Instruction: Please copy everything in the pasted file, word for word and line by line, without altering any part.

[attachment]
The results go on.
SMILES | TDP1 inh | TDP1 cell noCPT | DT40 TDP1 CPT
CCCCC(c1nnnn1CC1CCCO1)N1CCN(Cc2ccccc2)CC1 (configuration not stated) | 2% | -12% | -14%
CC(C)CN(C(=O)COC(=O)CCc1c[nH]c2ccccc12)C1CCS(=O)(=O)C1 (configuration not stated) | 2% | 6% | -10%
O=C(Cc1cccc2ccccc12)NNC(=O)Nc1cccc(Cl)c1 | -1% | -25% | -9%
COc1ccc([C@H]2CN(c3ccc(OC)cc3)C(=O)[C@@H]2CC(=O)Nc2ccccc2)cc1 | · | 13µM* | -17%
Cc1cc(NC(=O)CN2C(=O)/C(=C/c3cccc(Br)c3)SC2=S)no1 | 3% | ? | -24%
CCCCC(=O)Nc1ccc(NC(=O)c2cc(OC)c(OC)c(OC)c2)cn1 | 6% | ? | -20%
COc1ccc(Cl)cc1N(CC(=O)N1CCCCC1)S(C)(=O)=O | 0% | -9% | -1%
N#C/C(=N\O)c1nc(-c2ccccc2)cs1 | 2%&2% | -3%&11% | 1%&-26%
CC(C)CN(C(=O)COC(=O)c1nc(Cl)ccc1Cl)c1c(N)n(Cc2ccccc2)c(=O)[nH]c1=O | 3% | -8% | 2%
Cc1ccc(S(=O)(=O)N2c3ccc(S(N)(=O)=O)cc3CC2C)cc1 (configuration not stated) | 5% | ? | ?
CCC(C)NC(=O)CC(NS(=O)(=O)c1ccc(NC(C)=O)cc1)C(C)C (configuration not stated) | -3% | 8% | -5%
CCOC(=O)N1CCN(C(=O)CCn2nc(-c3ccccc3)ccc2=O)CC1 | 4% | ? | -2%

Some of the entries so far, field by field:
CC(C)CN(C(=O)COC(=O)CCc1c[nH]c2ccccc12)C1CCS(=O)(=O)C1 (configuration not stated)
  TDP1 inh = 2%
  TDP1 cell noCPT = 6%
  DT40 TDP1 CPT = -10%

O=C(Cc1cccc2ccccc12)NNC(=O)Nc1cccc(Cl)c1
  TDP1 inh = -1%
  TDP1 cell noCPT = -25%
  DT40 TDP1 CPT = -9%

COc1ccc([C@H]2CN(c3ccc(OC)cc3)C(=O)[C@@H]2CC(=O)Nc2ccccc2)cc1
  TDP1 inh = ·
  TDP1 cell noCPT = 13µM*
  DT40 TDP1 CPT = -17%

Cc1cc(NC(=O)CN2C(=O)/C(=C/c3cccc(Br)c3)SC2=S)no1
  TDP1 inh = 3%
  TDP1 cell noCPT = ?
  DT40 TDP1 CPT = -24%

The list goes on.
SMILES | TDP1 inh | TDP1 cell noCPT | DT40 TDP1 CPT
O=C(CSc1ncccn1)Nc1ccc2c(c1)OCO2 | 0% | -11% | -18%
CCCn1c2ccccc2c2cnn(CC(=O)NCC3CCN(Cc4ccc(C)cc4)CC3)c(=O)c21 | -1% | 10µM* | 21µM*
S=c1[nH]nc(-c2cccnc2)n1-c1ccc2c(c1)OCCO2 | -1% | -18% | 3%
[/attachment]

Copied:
The results go on.
SMILES | TDP1 inh | TDP1 cell noCPT | DT40 TDP1 CPT
CCCCC(c1nnnn1CC1CCCO1)N1CCN(Cc2ccccc2)CC1 (configuration not stated) | 2% | -12% | -14%
CC(C)CN(C(=O)COC(=O)CCc1c[nH]c2ccccc12)C1CCS(=O)(=O)C1 (configuration not stated) | 2% | 6% | -10%
O=C(Cc1cccc2ccccc12)NNC(=O)Nc1cccc(Cl)c1 | -1% | -25% | -9%
COc1ccc([C@H]2CN(c3ccc(OC)cc3)C(=O)[C@@H]2CC(=O)Nc2ccccc2)cc1 | · | 13µM* | -17%
Cc1cc(NC(=O)CN2C(=O)/C(=C/c3cccc(Br)c3)SC2=S)no1 | 3% | ? | -24%
CCCCC(=O)Nc1ccc(NC(=O)c2cc(OC)c(OC)c(OC)c2)cn1 | 6% | ? | -20%
COc1ccc(Cl)cc1N(CC(=O)N1CCCCC1)S(C)(=O)=O | 0% | -9% | -1%
N#C/C(=N\O)c1nc(-c2ccccc2)cs1 | 2%&2% | -3%&11% | 1%&-26%
CC(C)CN(C(=O)COC(=O)c1nc(Cl)ccc1Cl)c1c(N)n(Cc2ccccc2)c(=O)[nH]c1=O | 3% | -8% | 2%
Cc1ccc(S(=O)(=O)N2c3ccc(S(N)(=O)=O)cc3CC2C)cc1 (configuration not stated) | 5% | ? | ?
CCC(C)NC(=O)CC(NS(=O)(=O)c1ccc(NC(C)=O)cc1)C(C)C (configuration not stated) | -3% | 8% | -5%
CCOC(=O)N1CCN(C(=O)CCn2nc(-c3ccccc3)ccc2=O)CC1 | 4% | ? | -2%

Some of the entries so far, field by field:
CC(C)CN(C(=O)COC(=O)CCc1c[nH]c2ccccc12)C1CCS(=O)(=O)C1 (configuration not stated)
  TDP1 inh = 2%
  TDP1 cell noCPT = 6%
  DT40 TDP1 CPT = -10%

O=C(Cc1cccc2ccccc12)NNC(=O)Nc1cccc(Cl)c1
  TDP1 inh = -1%
  TDP1 cell noCPT = -25%
  DT40 TDP1 CPT = -9%

COc1ccc([C@H]2CN(c3ccc(OC)cc3)C(=O)[C@@H]2CC(=O)Nc2ccccc2)cc1
  TDP1 inh = ·
  TDP1 cell noCPT = 13µM*
  DT40 TDP1 CPT = -17%

Cc1cc(NC(=O)CN2C(=O)/C(=C/c3cccc(Br)c3)SC2=S)no1
  TDP1 inh = 3%
  TDP1 cell noCPT = ?
  DT40 TDP1 CPT = -24%

The list goes on.
SMILES | TDP1 inh | TDP1 cell noCPT | DT40 TDP1 CPT
O=C(CSc1ncccn1)Nc1ccc2c(c1)OCO2 | 0% | -11% | -18%
CCCn1c2ccccc2c2cnn(CC(=O)NCC3CCN(Cc4ccc(C)cc4)CC3)c(=O)c21 | -1% | 10µM* | 21µM*
S=c1[nH]nc(-c2cccnc2)n1-c1ccc2c(c1)OCCO2 | -1% | -18% | 3%